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Lumbard v. Harry

United States District Court, W.D. Michigan, Southern Division

January 10, 2017

NATHAN K. LUMBARD, Petitioner,
v.
SHIRLEE HARRY, Respondent.

          OPINION

          Janet T. Neff, United States District Judge

         This is a habeas corpus action brought by a state prisoner pursuant to 28 U.S.C. § 2254. Promptly after the filing of a petition for habeas corpus, the Court must undertake a preliminary review of the petition to determine whether “it plainly appears from the face of the petition and any exhibits annexed to it that the petitioner is not entitled to relief in the district court.” Rule 4, Rules Governing § 2254 Cases; see 28 U.S.C. § 2243. If so, the petition must be summarily dismissed. Rule 4; see Allen v. Perini, 424 F.2d 134, 141 (6th Cir. 1970) (district court has the duty to “screen out” petitions that lack merit on their face). A dismissal under Rule 4 includes those petitions which raise legally frivolous claims, as well as those containing factual allegations that are palpably incredible or false. Carson v. Burke, 178 F.3d 434, 436-37 (6th Cir. 1999). After undertaking the review required by Rule 4, the Court will dismiss the petition because Petitioner's claim for relief is procedurally defaulted.

         Factual Allegations

         Petitioner Nathan K. Lumbard is presently incarcerated with the Michigan Department of Corrections at the Earnest C. Brooks Correctional Facility in Muskegon Heights, Michigan. Petitioner is serving a sentence of 5 years, 11 months to 15 years' imprisonment following his guilty plea in the St. Joseph County Circuit Court to a charge of breaking and entering a building with intent to commit a felony, Mich. Comp. Laws § 750.110. Petitioner is serving two additional sentences of 5 years, 11 months to 15 years imposed by the St Joseph County Circuit Court following his plea of nolo contendere to another charge of breaking and entering a building with intent to commit a felony and a charge of second-degree arson, Mich. Comp. Laws § 750.73. Petitioner was sentenced as an habitual offender, Mich. Comp. Laws § 769.10. All of the sentences are being served concurrently with each other.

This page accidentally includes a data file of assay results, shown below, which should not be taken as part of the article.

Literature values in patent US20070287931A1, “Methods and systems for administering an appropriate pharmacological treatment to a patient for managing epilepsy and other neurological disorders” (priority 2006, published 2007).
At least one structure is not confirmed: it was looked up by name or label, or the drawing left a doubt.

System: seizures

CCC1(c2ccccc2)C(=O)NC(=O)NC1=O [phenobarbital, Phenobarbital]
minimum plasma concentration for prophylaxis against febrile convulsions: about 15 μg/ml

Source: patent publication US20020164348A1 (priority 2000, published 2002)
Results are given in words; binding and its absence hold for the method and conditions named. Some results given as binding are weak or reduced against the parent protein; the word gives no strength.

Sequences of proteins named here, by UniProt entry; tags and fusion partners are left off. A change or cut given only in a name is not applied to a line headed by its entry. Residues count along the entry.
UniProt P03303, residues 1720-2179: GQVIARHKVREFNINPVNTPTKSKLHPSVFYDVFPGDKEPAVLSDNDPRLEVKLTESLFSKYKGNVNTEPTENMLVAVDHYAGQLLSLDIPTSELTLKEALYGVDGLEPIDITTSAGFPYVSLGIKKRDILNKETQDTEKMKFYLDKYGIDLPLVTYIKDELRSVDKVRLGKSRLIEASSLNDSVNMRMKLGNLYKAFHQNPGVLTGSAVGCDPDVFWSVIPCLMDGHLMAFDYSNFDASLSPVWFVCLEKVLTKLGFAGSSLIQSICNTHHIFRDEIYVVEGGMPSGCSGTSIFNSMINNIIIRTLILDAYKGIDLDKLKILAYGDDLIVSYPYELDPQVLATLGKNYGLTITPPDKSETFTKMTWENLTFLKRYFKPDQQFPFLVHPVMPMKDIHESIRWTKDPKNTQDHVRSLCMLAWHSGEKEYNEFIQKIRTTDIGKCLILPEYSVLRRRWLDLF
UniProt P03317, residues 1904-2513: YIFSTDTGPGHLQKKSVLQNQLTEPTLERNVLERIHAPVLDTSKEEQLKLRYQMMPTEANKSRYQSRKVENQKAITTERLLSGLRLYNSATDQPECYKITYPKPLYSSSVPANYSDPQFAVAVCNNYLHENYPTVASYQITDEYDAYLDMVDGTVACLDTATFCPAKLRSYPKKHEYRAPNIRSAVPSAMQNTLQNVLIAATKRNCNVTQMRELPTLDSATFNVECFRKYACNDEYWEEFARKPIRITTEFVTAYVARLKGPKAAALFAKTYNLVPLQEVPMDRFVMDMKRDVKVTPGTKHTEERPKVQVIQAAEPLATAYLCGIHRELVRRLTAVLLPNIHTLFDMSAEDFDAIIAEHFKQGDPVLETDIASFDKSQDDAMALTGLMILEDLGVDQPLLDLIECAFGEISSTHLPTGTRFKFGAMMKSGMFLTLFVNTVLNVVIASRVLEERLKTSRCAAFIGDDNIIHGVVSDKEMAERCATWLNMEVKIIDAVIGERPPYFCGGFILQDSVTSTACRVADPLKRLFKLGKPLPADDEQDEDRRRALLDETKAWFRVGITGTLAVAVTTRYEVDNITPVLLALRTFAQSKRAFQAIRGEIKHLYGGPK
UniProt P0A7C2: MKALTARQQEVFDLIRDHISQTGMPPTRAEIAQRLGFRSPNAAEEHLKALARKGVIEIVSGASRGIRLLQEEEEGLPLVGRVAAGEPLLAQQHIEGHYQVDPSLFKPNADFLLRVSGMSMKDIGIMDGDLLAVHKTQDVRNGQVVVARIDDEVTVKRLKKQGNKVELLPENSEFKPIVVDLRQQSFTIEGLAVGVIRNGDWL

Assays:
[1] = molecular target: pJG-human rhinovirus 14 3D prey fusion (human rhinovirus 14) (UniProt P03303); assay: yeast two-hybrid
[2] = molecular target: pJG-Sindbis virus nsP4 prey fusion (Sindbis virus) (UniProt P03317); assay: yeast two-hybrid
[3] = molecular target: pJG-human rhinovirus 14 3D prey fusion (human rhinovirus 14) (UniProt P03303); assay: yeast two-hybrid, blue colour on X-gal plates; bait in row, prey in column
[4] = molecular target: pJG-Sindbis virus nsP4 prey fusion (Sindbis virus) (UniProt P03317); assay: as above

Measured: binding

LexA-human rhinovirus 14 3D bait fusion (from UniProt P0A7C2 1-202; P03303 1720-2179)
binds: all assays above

As part of the plea bargain, Petitioner secured the trial court's statement that his Michigan sentences would not only be concurrent with each other, but that they would be concurrrent with sentences previously imposed. (Status Hrg. Tr., ECF No. 3-1, PageID.38-39.) Whether or not that statement carried through to Petitioner's plea and sentencing is impossible to determine from Petitioner's filings in this Court because the transcripts of those proceedings have not been provided.

         The prior sentences were imposed by the United States and the State of Indiana. Petitioner came to St. Joseph County from the State of Indiana. In that state, on June 5, 2013, the LaGrange County Circuit Court imposed concurrent sentences of 6 years' imprisonment on two counts of criminal recklessness. (Mot. For Expediting Proceedings, ECF No. 3, PageID.28-29.) Although Petitioner's Indiana sentences were concurrent with each other, the LaGrange County Circuit Court ordered that they be served consecutive to Petitioner's federal sentence and to any possible Michigan sentence(s). (Id.)

         Before Petitioner was prosecuted in Indiana, he had entered a plea of guilty in this Court to a charge of making a false statement in a United States passport application, 18 U.S.C. § 1542, and to a charge of aggravated identity theft, 18 U.S.C. § 1028A(a)(1) and (c)(4). See United States v. Lumbard, 1:10-cr-388 (W.D. Mich. Feb 10, 2012) (Amended Order and Judgment, ECF No. 42.) The Court imposed consecutive 2-year sentences on the two counts for a total term of imprisonment of 4 years. Id. (Sentencing Tr., ECF No. 44.) Plaintiff was sent to F.C.I. Ashland in Kentucky to serve his sentence. See Lumbard v. St. Joseph County Sheriff's Department, No. 1:15-cv-1013 (W.D. Mich.) (Compl., ECF No. 1, PageID.5.)

         After Petitioner was sentenced in February of 2014, he was returned to F.C.I. Ashland. He remained there for several months, but on July 8, 2014, he was transferred to the custody of the Michigan Department of Corrections to serve his Michigan sentences.